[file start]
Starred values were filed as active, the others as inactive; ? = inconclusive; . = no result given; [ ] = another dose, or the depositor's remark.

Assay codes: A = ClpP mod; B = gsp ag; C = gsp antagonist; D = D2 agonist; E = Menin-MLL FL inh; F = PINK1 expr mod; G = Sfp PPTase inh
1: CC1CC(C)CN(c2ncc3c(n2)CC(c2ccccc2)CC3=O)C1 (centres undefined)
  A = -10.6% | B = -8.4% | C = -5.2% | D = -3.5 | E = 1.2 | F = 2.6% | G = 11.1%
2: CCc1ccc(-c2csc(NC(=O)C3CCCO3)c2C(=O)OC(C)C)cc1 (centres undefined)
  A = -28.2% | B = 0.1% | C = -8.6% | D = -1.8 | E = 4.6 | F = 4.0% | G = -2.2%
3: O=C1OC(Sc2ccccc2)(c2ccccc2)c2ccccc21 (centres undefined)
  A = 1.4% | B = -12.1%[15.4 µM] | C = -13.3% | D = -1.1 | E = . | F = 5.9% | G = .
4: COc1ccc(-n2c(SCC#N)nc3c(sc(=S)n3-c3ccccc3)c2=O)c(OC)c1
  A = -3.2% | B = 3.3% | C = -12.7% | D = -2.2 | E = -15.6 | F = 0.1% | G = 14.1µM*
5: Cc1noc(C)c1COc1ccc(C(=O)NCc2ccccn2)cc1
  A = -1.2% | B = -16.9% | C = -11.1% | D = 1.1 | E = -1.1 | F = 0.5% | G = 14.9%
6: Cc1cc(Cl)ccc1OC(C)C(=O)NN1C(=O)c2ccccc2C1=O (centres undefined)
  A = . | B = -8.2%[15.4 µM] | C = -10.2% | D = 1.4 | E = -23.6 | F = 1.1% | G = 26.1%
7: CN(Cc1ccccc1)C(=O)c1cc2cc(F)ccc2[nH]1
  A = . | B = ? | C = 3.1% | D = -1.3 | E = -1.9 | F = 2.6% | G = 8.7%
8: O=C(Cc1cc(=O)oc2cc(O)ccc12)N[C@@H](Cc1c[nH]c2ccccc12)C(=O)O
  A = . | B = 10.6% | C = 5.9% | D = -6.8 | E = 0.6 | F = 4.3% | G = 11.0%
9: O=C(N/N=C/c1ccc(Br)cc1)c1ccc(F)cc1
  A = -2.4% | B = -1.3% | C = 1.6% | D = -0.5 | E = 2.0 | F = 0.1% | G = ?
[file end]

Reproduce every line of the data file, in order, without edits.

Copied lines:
Starred values were filed as active, the others as inactive; ? = inconclusive; . = no result given; [ ] = another dose, or the depositor's remark.

Assay codes: A = ClpP mod; B = gsp ag; C = gsp antagonist; D = D2 agonist; E = Menin-MLL FL inh; F = PINK1 expr mod; G = Sfp PPTase inh
1: CC1CC(C)CN(c2ncc3c(n2)CC(c2ccccc2)CC3=O)C1 (centres undefined)
  A = -10.6% | B = -8.4% | C = -5.2% | D = -3.5 | E = 1.2 | F = 2.6% | G = 11.1%
2: CCc1ccc(-c2csc(NC(=O)C3CCCO3)c2C(=O)OC(C)C)cc1 (centres undefined)
  A = -28.2% | B = 0.1% | C = -8.6% | D = -1.8 | E = 4.6 | F = 4.0% | G = -2.2%
3: O=C1OC(Sc2ccccc2)(c2ccccc2)c2ccccc21 (centres undefined)
  A = 1.4% | B = -12.1%[15.4 µM] | C = -13.3% | D = -1.1 | E = . | F = 5.9% | G = .
4: COc1ccc(-n2c(SCC#N)nc3c(sc(=S)n3-c3ccccc3)c2=O)c(OC)c1
  A = -3.2% | B = 3.3% | C = -12.7% | D = -2.2 | E = -15.6 | F = 0.1% | G = 14.1µM*
5: Cc1noc(C)c1COc1ccc(C(=O)NCc2ccccn2)cc1
  A = -1.2% | B = -16.9% | C = -11.1% | D = 1.1 | E = -1.1 | F = 0.5% | G = 14.9%
6: Cc1cc(Cl)ccc1OC(C)C(=O)NN1C(=O)c2ccccc2C1=O (centres undefined)
  A = . | B = -8.2%[15.4 µM] | C = -10.2% | D = 1.4 | E = -23.6 | F = 1.1% | G = 26.1%
7: CN(Cc1ccccc1)C(=O)c1cc2cc(F)ccc2[nH]1
  A = . | B = ? | C = 3.1% | D = -1.3 | E = -1.9 | F = 2.6% | G = 8.7%
8: O=C(Cc1cc(=O)oc2cc(O)ccc12)N[C@@H](Cc1c[nH]c2ccccc12)C(=O)O
  A = . | B = 10.6% | C = 5.9% | D = -6.8 | E = 0.6 | F = 4.3% | G = 11.0%
9: O=C(N/N=C/c1ccc(Br)cc1)c1ccc(F)cc1
  A = -2.4% | B = -1.3% | C = 1.6% | D = -0.5 | E = 2.0 | F = 0.1% | G = ?